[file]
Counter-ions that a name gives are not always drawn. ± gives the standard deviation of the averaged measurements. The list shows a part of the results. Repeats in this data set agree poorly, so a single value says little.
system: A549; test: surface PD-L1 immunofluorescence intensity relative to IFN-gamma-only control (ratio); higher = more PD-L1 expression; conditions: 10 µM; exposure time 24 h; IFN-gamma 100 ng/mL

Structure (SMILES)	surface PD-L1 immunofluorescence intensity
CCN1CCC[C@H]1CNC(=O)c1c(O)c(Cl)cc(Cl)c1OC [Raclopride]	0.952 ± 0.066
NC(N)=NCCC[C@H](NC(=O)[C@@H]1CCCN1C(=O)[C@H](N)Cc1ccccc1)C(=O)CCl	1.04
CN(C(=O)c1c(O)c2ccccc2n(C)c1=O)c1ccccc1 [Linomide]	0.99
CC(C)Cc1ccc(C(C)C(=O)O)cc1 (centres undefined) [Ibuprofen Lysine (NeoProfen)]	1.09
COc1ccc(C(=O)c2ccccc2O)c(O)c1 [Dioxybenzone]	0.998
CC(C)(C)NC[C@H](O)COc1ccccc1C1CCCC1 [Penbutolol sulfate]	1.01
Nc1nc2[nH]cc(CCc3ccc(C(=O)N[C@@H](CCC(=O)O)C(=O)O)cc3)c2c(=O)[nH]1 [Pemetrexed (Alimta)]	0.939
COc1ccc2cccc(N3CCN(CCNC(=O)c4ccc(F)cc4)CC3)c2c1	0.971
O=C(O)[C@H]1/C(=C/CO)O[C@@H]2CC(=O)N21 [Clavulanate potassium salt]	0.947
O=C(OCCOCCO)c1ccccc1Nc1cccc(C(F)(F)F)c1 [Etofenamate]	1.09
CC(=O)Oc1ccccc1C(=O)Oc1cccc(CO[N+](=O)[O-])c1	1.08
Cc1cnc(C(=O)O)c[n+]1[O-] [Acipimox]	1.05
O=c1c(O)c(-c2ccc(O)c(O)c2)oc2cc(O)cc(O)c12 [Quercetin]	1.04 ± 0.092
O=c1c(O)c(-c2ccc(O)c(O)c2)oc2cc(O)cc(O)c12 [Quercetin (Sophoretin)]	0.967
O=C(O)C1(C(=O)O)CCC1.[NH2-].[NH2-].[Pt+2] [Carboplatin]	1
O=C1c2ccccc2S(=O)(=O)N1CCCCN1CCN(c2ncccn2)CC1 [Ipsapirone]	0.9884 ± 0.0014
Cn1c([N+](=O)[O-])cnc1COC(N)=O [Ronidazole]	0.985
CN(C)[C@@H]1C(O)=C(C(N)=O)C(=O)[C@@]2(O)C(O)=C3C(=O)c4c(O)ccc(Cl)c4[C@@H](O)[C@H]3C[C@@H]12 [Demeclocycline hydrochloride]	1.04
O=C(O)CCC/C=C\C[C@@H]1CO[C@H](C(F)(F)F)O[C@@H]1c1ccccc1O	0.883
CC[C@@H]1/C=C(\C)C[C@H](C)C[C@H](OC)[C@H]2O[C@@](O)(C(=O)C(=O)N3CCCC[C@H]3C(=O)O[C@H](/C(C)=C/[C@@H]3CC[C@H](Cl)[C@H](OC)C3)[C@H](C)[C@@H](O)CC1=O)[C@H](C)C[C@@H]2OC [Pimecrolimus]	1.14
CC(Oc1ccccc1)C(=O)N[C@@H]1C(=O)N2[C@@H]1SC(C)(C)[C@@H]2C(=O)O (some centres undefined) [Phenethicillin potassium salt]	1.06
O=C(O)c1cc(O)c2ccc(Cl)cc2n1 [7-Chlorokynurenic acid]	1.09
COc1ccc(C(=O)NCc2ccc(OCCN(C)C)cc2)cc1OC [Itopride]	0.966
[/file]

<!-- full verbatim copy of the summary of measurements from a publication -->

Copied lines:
Counter-ions that a name gives are not always drawn. ± gives the standard deviation of the averaged measurements. The list shows a part of the results. Repeats in this data set agree poorly, so a single value says little.
system: A549; test: surface PD-L1 immunofluorescence intensity relative to IFN-gamma-only control (ratio); higher = more PD-L1 expression; conditions: 10 µM; exposure time 24 h; IFN-gamma 100 ng/mL

Structure (SMILES)	surface PD-L1 immunofluorescence intensity
CCN1CCC[C@H]1CNC(=O)c1c(O)c(Cl)cc(Cl)c1OC [Raclopride]	0.952 ± 0.066
NC(N)=NCCC[C@H](NC(=O)[C@@H]1CCCN1C(=O)[C@H](N)Cc1ccccc1)C(=O)CCl	1.04
CN(C(=O)c1c(O)c2ccccc2n(C)c1=O)c1ccccc1 [Linomide]	0.99
CC(C)Cc1ccc(C(C)C(=O)O)cc1 (centres undefined) [Ibuprofen Lysine (NeoProfen)]	1.09
COc1ccc(C(=O)c2ccccc2O)c(O)c1 [Dioxybenzone]	0.998
CC(C)(C)NC[C@H](O)COc1ccccc1C1CCCC1 [Penbutolol sulfate]	1.01
Nc1nc2[nH]cc(CCc3ccc(C(=O)N[C@@H](CCC(=O)O)C(=O)O)cc3)c2c(=O)[nH]1 [Pemetrexed (Alimta)]	0.939
COc1ccc2cccc(N3CCN(CCNC(=O)c4ccc(F)cc4)CC3)c2c1	0.971
O=C(O)[C@H]1/C(=C/CO)O[C@@H]2CC(=O)N21 [Clavulanate potassium salt]	0.947
O=C(OCCOCCO)c1ccccc1Nc1cccc(C(F)(F)F)c1 [Etofenamate]	1.09
CC(=O)Oc1ccccc1C(=O)Oc1cccc(CO[N+](=O)[O-])c1	1.08
Cc1cnc(C(=O)O)c[n+]1[O-] [Acipimox]	1.05
O=c1c(O)c(-c2ccc(O)c(O)c2)oc2cc(O)cc(O)c12 [Quercetin]	1.04 ± 0.092
O=c1c(O)c(-c2ccc(O)c(O)c2)oc2cc(O)cc(O)c12 [Quercetin (Sophoretin)]	0.967
O=C(O)C1(C(=O)O)CCC1.[NH2-].[NH2-].[Pt+2] [Carboplatin]	1
O=C1c2ccccc2S(=O)(=O)N1CCCCN1CCN(c2ncccn2)CC1 [Ipsapirone]	0.9884 ± 0.0014
Cn1c([N+](=O)[O-])cnc1COC(N)=O [Ronidazole]	0.985
CN(C)[C@@H]1C(O)=C(C(N)=O)C(=O)[C@@]2(O)C(O)=C3C(=O)c4c(O)ccc(Cl)c4[C@@H](O)[C@H]3C[C@@H]12 [Demeclocycline hydrochloride]	1.04
O=C(O)CCC/C=C\C[C@@H]1CO[C@H](C(F)(F)F)O[C@@H]1c1ccccc1O	0.883
CC[C@@H]1/C=C(\C)C[C@H](C)C[C@H](OC)[C@H]2O[C@@](O)(C(=O)C(=O)N3CCCC[C@H]3C(=O)O[C@H](/C(C)=C/[C@@H]3CC[C@H](Cl)[C@H](OC)C3)[C@H](C)[C@@H](O)CC1=O)[C@H](C)C[C@@H]2OC [Pimecrolimus]	1.14
CC(Oc1ccccc1)C(=O)N[C@@H]1C(=O)N2[C@@H]1SC(C)(C)[C@@H]2C(=O)O (some centres undefined) [Phenethicillin potassium salt]	1.06
O=C(O)c1cc(O)c2ccc(Cl)cc2n1 [7-Chlorokynurenic acid]	1.09
COc1ccc(C(=O)NCc2ccc(OCCN(C)C)cc2)cc1OC [Itopride]	0.966